*  It’s impossible and pointless trying to pick her best; she has such a magnificent body of work!  That said, it can be fun trying. What about Ladies Of The Canyon? I’m thinking now in particular The Circle Game. Surely one of the most sublime songs ever written? Talking of magnificent bodies, that picture of her naked by the sea/ocean, on the inner sleeve… wow! Yoni Mitchell, I love you forever!

Seven Days: Day 1 – Walt Whitman, Leaves of Grass

Walt Whitman's Leaves of Grass
Walt Whitman’s Leaves of Grass

Inspired by Margaret Charlston’s recent week of posting book covers, I’m going to do a week of posting stuff that’s currently important or of interest to me. But whereas Margaret just posted the covers, I’m going to say a little about whatever it is I choose to post each day.

I can’t recall with any great certainty when I first heard of Walt Whitman. I suspect it might’ve been via a documentary on Jack Kerouac (Whatever Happened to Kerouac?). I was in my teens, that’s all I can recall with any degree of certainty. Consequently, during my studies for A-levels I bought a cheap American mass-media paperback version of Leaves of Grass at Heffers, in Cambridge. Truth be told, to this day I’ve read only portions of that book. There were two quotes I’d heard from Whitman that really spoke to me: the first and most potent was ‘Do I contradict myself? Very well, then I contradict myself, I am large, I contain multitudes’, from Song of Myself. This still resonates with me today, not as ‘pure poetry’ per se, but as pure truth. This idea is, in my view, a fundamental part of being human that’s at odds with the modern tendency to specialise. The other quote, this time as poetic as it is true, I first encountered as an album title via Weather Report; I Sing The Body Electric. I actually discovered this bit of Whitman before the ‘multitudes’ thing, and at the time I didn’t know it had been taken from Walt’s works. Rather like William Burrough’s ‘Soft Machine’, I like the way this phrase captures something seemingly eternal and organic in combination with other seemingly more modern ‘techy’ notions, making a whole of them. Thanks to Margaret’s posts I recalled how important Walt Whitman had been to me way back when. I’m resolved to revisit that old paperback and more fully immerse myself in his writings.

FiLM REViEW: The Trouble With Harry, 1955


Wow! What a brilliant film!!

Apparently it was one of Hitchcock’s own personal favourites. It’s certainly one of my favourites by him, and we have almost all of his films. Beautifully shot (sorry, can’t resist the pun) in Vermont, with a superb cast, and a really bizarre and unusual approach – black comedy is the obvious phrase, but doesn’t really do the film justice – to Hitchcock’s favourite central theme, untimely death.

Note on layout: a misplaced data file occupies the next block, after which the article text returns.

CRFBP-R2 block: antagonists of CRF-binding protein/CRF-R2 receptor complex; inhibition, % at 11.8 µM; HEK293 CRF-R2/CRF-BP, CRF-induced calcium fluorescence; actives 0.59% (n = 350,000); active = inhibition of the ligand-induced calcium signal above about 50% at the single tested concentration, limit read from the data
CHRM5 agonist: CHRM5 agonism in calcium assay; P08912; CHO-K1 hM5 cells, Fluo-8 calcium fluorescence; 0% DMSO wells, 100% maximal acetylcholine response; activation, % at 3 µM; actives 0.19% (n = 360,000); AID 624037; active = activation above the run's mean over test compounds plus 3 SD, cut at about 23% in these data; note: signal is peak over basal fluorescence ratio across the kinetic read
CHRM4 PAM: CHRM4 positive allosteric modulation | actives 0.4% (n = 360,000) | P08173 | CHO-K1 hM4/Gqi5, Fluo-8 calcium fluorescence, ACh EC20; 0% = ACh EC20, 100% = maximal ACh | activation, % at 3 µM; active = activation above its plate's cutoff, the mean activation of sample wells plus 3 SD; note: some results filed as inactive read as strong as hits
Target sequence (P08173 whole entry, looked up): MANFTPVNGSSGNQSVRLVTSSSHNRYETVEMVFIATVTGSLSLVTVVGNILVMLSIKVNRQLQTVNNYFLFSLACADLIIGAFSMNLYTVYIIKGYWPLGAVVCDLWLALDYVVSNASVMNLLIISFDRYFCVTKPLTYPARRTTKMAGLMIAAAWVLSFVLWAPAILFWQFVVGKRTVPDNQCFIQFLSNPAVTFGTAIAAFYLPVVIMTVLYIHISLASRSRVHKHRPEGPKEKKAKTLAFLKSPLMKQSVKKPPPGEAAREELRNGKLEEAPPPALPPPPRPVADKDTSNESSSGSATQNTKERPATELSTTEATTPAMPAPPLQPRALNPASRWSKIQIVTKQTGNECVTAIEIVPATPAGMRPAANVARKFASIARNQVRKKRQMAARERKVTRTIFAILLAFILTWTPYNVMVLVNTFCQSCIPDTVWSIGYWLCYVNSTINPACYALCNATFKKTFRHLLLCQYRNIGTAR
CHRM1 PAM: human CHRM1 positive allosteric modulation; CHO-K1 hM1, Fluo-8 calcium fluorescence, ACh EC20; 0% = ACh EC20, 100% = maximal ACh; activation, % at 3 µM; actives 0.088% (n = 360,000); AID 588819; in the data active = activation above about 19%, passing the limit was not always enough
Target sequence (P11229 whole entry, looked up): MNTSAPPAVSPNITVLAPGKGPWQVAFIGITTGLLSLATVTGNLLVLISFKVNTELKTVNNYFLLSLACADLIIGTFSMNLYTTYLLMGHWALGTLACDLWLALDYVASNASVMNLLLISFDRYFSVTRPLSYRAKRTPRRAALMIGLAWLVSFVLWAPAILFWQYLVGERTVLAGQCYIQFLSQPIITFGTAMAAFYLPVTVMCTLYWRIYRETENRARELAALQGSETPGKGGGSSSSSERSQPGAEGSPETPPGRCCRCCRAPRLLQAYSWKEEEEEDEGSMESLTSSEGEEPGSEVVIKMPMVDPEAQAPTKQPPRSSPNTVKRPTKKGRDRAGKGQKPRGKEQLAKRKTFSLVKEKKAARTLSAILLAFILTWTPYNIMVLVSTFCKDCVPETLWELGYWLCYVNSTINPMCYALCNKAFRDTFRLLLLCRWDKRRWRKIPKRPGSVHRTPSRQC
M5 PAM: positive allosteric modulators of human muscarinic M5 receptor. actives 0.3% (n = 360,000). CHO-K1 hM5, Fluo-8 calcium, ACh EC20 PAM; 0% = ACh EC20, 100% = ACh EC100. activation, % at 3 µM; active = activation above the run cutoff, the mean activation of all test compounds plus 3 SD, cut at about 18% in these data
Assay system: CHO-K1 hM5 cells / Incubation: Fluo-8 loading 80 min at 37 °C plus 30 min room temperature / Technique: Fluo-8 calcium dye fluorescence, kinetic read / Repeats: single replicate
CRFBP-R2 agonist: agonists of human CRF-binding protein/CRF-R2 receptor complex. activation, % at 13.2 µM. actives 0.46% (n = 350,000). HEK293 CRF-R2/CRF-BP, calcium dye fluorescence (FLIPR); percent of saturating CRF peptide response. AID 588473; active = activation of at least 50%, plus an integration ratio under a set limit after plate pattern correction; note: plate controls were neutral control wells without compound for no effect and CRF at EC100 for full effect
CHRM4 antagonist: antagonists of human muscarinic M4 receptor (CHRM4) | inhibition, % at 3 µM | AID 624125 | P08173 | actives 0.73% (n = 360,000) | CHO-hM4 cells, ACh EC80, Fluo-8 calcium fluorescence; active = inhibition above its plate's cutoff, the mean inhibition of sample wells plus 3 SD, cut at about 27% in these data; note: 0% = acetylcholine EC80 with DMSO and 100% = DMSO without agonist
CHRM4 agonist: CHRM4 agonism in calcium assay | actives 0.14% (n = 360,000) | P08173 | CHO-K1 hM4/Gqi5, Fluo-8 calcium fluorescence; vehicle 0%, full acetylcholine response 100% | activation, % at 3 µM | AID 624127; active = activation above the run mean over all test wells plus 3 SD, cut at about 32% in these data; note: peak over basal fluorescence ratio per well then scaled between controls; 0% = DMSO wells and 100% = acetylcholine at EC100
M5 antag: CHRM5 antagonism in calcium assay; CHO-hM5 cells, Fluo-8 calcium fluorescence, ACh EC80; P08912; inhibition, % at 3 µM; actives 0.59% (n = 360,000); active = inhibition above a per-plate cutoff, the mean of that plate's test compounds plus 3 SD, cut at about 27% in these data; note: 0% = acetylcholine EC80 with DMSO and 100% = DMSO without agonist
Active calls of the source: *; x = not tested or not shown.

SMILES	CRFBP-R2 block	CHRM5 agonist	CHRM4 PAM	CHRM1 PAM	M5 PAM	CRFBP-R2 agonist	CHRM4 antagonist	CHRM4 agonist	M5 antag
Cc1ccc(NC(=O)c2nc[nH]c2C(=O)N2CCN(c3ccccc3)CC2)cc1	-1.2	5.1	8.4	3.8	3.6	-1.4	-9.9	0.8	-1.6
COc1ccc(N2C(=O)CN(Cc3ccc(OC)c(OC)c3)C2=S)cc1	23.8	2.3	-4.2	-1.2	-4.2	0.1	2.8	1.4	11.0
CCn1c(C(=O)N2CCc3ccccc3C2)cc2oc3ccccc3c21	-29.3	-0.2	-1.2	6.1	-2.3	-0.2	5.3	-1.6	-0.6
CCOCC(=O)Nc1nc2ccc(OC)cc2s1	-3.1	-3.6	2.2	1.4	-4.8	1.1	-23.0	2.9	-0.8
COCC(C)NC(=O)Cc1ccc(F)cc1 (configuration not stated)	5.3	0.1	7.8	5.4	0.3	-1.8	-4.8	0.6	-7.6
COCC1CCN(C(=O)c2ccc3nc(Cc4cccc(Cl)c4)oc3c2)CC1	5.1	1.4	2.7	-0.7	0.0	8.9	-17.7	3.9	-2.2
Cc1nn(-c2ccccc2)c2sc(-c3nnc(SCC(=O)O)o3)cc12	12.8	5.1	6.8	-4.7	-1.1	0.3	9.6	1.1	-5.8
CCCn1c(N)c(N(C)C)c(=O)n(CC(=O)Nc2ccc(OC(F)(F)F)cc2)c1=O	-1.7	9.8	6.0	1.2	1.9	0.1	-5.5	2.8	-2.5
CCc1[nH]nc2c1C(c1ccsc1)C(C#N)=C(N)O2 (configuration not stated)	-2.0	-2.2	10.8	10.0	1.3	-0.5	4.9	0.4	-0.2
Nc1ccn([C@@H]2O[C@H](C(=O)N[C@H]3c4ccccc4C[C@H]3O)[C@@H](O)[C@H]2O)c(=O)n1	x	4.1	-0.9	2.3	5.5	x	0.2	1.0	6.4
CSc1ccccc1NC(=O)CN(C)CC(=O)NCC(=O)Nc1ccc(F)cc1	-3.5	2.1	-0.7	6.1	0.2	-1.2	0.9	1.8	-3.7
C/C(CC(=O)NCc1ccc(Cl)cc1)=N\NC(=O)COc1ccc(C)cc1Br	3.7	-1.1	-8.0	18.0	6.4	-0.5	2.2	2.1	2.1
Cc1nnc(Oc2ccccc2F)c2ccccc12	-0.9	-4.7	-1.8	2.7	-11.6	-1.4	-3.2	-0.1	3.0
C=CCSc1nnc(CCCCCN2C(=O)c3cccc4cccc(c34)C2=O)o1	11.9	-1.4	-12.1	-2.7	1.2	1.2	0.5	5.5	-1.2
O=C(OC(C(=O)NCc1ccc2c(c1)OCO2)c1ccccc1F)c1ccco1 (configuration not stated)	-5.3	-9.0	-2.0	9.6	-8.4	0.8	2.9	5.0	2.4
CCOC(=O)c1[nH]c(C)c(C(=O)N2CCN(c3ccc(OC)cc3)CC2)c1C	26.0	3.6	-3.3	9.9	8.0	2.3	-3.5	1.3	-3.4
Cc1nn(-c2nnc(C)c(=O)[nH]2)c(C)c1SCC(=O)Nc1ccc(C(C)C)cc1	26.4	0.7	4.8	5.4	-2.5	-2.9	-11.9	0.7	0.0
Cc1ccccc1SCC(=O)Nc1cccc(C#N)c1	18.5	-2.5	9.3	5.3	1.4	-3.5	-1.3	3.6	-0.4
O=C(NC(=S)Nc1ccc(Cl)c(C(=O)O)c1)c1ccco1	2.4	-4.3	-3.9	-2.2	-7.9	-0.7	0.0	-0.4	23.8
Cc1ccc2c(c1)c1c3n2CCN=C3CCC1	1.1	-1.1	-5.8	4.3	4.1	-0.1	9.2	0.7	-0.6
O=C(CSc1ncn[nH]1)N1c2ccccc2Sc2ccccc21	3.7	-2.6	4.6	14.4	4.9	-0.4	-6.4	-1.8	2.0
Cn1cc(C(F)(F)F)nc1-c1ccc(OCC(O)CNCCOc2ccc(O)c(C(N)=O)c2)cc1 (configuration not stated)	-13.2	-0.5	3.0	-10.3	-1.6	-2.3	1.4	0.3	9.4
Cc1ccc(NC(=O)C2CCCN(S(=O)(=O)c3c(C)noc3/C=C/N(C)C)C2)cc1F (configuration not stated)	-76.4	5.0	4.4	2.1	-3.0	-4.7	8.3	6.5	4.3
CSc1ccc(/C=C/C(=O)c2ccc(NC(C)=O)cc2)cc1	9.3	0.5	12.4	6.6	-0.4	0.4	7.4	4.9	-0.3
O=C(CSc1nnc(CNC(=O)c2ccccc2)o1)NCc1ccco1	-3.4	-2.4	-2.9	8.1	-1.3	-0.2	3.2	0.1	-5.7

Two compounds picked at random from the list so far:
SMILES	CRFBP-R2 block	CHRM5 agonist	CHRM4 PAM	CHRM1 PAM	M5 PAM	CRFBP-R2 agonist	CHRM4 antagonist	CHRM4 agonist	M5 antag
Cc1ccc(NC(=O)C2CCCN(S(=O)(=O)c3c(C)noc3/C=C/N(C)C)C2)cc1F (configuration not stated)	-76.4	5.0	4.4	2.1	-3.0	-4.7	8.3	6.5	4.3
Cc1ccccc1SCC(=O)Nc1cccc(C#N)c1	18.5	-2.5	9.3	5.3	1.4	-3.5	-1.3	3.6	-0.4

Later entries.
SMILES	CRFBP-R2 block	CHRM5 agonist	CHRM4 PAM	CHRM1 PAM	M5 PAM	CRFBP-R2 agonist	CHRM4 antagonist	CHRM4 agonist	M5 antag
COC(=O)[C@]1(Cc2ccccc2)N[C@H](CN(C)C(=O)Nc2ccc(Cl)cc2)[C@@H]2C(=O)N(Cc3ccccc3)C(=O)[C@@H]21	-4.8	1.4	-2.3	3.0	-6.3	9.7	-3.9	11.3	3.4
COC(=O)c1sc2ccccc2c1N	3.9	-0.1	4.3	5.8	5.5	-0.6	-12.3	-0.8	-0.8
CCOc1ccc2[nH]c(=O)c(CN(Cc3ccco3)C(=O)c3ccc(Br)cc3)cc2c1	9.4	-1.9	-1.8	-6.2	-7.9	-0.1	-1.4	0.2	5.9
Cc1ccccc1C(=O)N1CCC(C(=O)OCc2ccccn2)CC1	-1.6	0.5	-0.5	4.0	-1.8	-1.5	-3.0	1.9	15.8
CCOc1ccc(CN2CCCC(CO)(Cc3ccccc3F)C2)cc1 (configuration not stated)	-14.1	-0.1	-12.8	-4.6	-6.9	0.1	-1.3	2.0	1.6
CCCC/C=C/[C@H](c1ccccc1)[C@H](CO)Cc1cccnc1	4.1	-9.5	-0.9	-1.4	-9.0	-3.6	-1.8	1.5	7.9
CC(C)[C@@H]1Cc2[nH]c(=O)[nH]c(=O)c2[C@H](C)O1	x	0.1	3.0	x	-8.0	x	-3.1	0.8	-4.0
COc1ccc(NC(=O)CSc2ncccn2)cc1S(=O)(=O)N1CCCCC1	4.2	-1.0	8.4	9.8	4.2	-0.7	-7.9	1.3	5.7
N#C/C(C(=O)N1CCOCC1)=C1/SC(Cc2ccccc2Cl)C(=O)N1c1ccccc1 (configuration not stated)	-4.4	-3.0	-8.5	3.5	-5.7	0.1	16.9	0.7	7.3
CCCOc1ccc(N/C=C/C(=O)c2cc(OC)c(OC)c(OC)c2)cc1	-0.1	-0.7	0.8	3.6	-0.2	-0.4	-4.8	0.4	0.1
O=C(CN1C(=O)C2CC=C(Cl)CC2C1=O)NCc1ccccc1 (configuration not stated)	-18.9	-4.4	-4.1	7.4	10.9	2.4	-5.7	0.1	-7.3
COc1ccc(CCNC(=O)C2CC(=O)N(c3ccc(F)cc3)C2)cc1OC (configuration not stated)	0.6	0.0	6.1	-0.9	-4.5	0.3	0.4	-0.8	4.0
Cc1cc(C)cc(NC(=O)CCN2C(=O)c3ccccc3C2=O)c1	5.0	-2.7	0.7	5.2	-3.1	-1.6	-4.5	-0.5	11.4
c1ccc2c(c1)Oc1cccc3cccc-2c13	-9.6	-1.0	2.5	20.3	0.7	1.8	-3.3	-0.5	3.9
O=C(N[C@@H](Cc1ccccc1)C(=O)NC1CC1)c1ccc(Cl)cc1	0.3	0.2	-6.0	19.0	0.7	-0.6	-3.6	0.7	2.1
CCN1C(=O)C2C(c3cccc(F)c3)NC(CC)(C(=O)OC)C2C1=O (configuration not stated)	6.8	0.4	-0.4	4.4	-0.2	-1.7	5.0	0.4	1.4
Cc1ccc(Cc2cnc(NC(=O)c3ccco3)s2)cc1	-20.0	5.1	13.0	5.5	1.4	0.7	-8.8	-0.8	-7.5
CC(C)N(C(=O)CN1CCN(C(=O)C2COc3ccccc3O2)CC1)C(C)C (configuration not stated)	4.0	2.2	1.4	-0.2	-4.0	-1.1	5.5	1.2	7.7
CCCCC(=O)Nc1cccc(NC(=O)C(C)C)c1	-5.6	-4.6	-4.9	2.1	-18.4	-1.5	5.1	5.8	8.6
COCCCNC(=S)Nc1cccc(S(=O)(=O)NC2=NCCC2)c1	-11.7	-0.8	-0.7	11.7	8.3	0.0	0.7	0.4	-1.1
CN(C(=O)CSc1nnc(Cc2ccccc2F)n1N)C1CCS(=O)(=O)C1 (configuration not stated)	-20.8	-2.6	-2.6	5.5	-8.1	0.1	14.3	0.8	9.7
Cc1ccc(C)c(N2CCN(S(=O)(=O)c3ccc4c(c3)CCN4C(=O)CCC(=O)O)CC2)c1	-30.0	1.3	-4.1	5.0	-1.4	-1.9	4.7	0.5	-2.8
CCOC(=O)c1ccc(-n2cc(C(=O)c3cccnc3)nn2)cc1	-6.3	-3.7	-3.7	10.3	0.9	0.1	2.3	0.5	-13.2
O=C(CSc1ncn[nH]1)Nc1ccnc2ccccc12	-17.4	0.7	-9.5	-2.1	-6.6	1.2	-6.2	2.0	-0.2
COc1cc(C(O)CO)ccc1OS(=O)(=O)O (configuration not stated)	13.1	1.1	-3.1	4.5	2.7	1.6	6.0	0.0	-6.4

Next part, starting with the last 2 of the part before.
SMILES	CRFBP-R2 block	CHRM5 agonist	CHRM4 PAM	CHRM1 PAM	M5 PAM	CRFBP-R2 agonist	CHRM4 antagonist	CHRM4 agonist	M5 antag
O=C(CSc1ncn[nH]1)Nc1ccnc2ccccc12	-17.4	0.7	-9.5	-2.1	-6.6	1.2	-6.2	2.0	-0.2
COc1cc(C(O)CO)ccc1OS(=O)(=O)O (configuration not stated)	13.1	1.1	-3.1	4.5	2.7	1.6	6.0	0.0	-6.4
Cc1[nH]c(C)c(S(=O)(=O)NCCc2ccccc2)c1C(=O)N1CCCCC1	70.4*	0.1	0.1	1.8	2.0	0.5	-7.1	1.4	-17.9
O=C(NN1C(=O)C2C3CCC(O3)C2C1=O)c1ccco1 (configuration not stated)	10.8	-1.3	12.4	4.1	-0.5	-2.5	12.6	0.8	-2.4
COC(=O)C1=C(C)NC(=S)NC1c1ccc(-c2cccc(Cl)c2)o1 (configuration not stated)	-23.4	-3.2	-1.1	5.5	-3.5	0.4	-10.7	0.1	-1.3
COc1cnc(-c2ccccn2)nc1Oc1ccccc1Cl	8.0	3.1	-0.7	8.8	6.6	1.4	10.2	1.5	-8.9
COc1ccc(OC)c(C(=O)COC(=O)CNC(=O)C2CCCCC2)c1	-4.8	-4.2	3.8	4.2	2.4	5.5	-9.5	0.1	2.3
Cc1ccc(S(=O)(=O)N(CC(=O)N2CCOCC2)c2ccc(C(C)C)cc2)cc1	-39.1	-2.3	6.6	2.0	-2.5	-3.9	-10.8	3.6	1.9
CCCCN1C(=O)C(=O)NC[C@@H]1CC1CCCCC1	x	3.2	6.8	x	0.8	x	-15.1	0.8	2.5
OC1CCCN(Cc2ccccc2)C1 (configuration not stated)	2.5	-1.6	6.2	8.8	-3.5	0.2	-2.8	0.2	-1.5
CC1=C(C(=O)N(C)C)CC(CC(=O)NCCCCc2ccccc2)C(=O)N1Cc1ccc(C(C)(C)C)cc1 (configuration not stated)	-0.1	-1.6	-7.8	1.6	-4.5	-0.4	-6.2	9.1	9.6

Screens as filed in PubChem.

Although it’s completely different to The Life and Death of Colonel Blimp, that’s the film I think of as I watch this. Not for any overt similarities, but because it’s a rather singular and beautiful work of cinematic art. Blimp is often funny, but overall it’s profound and moving. This seems at first a purely ridiculous soufflé, almost the opposite of Blimp. But, like so much of Woody Allen’s oeuvre, there’s an enormous depth and warmth hiding in the many layers that are there, if you can not so much see as feel them.

There are so many great things in this apparently light or trivial or even ‘silly’ yarn about what to do with Harry’s corpse (is that the trouble with Harry?), such as the fact that two of the leads – Capt Albert Wiles (Edmund Gwen) and Ivy Gravely (Mildred Natwick) – are not your ordinary leading couple material. And even the more apparently normal male and female leads are delightfully subverted, in the persons of artist Sam Marlowe (John Forsythe) and Jennifer Rogers (Shirley MacLaine), the latter Harry’s wife.

And then there’s Vermont in the Fall, filmed in mid-fifties Technicolour. A magnificently magical setting that evokes a pure Arcadia on the one hand, and a buttoned-down small-town Puritanism on the other. Exactly the right place for this diabolically funny meditation on humanity, morals, sex, art and death.

In a word, brilliant. Essential viewing for the true lover of great cinema.

Misc: the Dark Side, from Metal to Movies… & More…

Reign in Blood
A thrash metal classic…

Listening to Slayer’s Reign In Blood and Seasons In The Abyss albums recently (these are the only albums I have by the group that I really like [1]), I boarded a familiar train of thought: I like this music, occasionally. But how do people only listen to this stuff? Or, from the creative rather than consumptive angle, how could anyone be content to only do fast, loud, intense, aggressive, dark, and so on?